Later that year, on April 4, 1850, he was admitted to the church at Newmarket. His baptism followed on May 3 in the river Larkmarker, at Islehammarker. Later that same year he moved to Cambridge. He preached his first sermon in the winter of 1850-51 in a cottage at Teversham, Cambridge; from the beginning of his ministry his style and ability were considered to be far above average. In the same year, he was installed as pastor of the small Baptist church at Waterbeachmarker, Cambridgeshire, where he published his first literary work: a Gospel tract written in 1853.

New Park Street Chapel

Spurgeon at age 23.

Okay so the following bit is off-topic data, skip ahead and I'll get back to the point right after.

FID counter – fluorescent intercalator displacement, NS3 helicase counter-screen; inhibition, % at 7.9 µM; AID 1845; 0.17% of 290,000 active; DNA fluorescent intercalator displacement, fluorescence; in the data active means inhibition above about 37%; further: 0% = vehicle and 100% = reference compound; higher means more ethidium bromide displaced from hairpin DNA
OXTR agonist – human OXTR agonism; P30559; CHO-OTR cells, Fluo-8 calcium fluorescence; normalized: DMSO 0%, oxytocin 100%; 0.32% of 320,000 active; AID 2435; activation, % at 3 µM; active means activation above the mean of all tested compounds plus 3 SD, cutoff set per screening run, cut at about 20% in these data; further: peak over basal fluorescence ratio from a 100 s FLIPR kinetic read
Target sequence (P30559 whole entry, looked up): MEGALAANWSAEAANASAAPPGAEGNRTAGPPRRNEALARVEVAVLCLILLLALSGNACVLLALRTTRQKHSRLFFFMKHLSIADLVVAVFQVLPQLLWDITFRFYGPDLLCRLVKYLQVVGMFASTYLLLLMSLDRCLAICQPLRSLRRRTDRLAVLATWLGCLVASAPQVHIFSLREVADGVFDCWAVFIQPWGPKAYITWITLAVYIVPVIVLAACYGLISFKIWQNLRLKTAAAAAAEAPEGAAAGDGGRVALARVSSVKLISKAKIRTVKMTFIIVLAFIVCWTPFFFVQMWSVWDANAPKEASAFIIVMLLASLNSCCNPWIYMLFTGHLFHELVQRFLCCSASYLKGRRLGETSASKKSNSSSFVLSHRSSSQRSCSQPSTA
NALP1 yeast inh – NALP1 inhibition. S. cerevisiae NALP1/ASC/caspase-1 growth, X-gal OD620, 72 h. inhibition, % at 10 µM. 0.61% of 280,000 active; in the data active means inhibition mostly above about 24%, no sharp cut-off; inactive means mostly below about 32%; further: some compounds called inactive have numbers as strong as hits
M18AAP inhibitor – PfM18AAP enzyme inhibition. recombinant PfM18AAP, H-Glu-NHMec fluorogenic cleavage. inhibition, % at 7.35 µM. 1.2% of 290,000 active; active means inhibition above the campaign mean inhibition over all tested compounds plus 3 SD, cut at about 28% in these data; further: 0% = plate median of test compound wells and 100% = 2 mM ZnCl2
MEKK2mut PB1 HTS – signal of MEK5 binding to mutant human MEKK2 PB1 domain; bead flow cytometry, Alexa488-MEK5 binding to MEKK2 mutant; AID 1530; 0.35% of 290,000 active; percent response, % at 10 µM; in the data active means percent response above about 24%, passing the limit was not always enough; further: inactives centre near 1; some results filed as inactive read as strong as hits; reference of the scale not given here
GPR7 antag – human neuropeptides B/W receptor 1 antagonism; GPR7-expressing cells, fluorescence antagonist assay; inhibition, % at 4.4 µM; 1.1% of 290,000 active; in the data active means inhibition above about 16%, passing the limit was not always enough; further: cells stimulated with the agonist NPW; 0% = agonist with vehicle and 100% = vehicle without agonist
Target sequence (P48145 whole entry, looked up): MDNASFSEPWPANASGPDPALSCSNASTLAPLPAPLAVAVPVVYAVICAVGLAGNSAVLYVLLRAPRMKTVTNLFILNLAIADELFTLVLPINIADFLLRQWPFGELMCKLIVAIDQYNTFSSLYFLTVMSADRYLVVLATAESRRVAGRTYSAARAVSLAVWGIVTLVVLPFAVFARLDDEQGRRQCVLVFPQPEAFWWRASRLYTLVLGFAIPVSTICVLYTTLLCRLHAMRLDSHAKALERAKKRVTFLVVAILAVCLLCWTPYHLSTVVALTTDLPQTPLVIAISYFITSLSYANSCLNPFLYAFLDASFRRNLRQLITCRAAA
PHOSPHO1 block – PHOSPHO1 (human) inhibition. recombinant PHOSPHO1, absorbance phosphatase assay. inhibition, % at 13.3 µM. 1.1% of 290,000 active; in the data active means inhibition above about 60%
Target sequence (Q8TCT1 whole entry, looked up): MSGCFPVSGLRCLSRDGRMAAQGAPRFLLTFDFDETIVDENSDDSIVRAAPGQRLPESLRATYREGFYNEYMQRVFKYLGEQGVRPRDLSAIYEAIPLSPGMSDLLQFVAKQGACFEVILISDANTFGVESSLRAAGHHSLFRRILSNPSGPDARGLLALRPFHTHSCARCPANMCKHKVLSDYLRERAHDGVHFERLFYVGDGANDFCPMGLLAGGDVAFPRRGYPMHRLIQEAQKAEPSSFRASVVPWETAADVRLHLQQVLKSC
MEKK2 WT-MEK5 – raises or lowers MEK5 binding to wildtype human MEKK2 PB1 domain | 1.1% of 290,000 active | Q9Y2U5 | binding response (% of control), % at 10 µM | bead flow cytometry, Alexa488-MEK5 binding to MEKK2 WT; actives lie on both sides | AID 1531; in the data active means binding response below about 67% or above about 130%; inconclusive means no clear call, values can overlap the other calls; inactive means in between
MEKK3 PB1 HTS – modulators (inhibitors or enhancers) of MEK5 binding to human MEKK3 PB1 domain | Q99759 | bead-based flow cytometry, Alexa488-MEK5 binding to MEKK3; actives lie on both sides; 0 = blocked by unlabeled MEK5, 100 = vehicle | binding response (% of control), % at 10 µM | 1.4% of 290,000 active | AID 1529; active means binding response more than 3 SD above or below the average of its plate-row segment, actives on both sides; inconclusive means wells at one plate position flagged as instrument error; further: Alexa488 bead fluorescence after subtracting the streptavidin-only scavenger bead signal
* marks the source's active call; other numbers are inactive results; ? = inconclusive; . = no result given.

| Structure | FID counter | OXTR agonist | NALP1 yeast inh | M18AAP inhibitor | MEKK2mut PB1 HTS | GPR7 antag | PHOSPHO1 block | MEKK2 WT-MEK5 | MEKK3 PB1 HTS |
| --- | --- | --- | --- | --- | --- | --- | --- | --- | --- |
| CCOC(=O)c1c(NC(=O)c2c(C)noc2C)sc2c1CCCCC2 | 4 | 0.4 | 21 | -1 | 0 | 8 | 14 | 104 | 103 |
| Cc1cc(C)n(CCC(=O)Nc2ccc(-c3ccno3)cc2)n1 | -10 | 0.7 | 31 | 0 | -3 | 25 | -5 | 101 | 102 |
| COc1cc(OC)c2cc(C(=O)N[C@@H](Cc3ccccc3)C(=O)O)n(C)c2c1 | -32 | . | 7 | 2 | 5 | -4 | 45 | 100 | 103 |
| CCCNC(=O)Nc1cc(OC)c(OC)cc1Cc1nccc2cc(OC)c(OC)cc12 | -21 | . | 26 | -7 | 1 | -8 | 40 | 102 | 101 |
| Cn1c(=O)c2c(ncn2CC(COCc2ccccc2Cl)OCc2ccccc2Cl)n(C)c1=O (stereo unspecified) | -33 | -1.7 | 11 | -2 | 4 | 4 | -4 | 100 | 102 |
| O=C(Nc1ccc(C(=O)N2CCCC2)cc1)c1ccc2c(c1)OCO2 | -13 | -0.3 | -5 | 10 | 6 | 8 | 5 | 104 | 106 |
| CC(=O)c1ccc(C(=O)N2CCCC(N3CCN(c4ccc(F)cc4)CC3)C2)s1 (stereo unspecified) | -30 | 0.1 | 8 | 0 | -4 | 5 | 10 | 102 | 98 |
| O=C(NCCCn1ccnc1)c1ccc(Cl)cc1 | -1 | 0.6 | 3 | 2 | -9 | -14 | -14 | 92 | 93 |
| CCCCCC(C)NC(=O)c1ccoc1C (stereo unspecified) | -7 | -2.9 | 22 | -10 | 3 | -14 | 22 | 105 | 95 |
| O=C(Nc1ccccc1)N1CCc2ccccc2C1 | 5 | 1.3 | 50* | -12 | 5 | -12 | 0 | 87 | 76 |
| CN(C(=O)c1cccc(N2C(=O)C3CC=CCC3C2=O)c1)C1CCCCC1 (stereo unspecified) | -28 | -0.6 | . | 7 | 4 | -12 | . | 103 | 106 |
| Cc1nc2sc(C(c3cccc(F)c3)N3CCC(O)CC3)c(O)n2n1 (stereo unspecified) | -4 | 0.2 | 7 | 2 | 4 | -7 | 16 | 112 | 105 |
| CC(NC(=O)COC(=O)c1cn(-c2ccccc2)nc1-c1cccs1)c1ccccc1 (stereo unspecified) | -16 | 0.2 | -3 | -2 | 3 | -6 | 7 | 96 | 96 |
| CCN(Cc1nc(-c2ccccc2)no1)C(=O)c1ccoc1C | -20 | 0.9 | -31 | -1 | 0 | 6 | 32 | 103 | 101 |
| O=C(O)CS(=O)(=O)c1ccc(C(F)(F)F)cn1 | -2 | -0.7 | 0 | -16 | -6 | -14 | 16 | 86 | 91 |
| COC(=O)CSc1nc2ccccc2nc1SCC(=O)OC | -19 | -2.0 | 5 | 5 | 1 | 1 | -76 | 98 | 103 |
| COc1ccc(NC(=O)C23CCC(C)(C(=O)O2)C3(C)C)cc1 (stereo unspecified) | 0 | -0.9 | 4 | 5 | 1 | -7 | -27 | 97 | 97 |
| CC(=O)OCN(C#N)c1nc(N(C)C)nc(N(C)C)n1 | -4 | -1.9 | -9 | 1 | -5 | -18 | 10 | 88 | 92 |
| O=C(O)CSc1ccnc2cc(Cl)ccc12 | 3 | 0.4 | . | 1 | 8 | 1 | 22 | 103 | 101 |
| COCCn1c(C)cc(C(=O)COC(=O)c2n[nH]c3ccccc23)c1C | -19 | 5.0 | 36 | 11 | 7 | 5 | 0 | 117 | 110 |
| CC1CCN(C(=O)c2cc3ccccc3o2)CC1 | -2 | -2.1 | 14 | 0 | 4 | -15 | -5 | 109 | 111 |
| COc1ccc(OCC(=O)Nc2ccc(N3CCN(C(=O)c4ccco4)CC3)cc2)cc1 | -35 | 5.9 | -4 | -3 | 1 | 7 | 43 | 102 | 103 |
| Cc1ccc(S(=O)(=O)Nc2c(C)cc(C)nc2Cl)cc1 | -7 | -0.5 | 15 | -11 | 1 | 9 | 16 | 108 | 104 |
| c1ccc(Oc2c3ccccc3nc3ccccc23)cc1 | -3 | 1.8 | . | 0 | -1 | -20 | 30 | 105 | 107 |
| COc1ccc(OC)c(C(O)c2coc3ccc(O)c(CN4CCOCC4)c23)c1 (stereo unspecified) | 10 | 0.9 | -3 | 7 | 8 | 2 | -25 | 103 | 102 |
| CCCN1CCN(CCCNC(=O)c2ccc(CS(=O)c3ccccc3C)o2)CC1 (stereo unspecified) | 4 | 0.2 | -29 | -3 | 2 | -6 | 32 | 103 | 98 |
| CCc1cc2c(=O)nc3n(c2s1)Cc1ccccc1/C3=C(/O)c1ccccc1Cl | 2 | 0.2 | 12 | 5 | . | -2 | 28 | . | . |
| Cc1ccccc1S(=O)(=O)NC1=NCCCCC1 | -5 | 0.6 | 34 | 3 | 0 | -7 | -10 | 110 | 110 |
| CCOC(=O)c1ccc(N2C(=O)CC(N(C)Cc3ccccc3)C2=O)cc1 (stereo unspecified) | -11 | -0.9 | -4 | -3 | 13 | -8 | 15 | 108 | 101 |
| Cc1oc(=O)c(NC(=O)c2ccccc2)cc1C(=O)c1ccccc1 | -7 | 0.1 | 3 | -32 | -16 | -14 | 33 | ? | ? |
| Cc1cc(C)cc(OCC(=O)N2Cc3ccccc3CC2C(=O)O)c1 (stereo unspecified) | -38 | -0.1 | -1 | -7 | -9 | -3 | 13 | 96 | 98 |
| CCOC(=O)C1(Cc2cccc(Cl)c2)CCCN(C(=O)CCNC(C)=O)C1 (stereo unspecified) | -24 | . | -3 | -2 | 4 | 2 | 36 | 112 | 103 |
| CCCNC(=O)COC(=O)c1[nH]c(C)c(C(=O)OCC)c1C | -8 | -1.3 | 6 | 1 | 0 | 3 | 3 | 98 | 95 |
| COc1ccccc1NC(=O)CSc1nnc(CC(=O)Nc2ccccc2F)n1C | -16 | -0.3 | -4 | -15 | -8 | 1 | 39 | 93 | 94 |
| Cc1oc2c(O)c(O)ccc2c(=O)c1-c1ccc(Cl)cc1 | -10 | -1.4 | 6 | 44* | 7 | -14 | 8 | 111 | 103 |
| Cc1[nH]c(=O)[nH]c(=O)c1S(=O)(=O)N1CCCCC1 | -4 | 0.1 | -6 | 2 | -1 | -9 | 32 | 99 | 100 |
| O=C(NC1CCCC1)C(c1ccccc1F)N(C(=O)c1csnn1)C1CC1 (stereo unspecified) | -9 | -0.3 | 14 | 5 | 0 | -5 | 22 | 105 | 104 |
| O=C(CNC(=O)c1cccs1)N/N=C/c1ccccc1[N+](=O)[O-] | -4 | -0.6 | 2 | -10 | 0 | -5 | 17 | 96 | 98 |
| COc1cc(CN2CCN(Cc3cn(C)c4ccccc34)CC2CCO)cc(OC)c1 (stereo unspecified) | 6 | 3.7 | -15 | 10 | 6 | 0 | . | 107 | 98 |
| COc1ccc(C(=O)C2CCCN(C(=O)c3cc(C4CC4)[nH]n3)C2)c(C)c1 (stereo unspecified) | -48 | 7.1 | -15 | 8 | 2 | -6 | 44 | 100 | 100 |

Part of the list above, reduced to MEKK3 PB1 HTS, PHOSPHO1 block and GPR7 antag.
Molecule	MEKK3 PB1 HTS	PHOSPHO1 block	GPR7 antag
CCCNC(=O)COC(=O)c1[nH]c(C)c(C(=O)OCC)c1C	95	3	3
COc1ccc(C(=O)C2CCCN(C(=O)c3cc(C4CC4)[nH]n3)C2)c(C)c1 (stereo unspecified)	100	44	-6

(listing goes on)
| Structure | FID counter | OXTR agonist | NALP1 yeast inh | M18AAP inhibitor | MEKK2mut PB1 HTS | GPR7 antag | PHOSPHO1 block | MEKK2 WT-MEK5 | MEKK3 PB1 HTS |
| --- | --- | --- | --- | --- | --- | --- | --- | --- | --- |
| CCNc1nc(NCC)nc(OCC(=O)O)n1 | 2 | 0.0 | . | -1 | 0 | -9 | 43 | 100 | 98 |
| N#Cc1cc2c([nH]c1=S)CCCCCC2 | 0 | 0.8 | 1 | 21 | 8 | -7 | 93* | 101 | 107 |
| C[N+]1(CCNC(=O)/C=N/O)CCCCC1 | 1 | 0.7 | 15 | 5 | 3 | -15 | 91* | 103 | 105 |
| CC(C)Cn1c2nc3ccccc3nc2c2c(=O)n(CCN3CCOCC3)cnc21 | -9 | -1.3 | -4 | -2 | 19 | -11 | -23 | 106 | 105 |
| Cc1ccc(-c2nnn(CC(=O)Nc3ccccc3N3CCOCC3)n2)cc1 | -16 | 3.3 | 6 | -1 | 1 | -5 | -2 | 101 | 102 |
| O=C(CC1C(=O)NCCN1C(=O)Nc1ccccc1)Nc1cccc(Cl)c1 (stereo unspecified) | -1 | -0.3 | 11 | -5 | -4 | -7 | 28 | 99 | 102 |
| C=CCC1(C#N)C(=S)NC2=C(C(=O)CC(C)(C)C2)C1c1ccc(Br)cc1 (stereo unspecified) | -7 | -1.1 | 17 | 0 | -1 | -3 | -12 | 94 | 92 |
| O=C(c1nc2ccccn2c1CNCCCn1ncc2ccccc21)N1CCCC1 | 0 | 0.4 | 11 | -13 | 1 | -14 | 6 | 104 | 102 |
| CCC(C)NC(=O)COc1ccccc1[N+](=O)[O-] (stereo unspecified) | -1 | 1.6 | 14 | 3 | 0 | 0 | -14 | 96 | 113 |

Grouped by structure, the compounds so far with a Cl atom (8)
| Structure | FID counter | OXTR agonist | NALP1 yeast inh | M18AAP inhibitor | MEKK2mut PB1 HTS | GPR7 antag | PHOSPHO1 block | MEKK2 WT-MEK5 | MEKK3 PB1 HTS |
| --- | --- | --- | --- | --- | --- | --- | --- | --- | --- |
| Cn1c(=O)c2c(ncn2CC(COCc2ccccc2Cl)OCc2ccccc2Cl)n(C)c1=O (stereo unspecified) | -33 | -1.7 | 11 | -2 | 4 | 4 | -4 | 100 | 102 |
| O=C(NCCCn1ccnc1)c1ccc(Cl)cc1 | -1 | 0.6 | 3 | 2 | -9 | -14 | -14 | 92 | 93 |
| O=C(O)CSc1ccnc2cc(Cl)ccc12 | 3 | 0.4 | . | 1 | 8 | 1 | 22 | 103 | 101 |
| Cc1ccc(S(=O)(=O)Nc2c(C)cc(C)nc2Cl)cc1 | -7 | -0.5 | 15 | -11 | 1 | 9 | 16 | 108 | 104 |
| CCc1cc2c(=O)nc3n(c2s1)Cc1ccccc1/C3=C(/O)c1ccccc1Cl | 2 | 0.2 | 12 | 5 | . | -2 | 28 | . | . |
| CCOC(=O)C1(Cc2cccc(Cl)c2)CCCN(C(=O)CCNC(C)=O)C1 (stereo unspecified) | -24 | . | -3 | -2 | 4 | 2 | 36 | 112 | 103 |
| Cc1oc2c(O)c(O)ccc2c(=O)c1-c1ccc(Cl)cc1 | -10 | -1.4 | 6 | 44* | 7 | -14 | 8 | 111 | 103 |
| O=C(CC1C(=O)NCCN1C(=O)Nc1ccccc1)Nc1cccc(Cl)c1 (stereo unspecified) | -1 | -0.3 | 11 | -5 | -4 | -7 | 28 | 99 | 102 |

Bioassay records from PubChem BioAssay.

In April 1854, after preaching three months on probation and just four years after his conversion, Spurgeon, then only 19, was called to the pastorate of London's famed New Park Street Chapel, Southwarkmarker (formerly pastored by the Particular Baptist Benjamin Keach, theologian John Gill, and John Rippon). This was the largest Baptist congregation in London at the time, although it had dwindled in numbers for several years. Spurgeon found friends in London among his fellow pastors, such as William Garrett Lewis of Westbourne Grove Church, an older man who along with Spurgeon went on to found the London Baptist Association. Within a few months of Spurgeon's arrival at Park Street, his ability as a preacher made him famous. The following year the first of his sermons in the "New Park Street Pulpit" was published. Spurgeon's sermons were published in printed form every week and had a high circulation. By the time of his death in 1892, he had preached nearly 3,600 sermons and published forty-nine volumes of commentaries, sayings, anecdotes, illustrations, and devotions.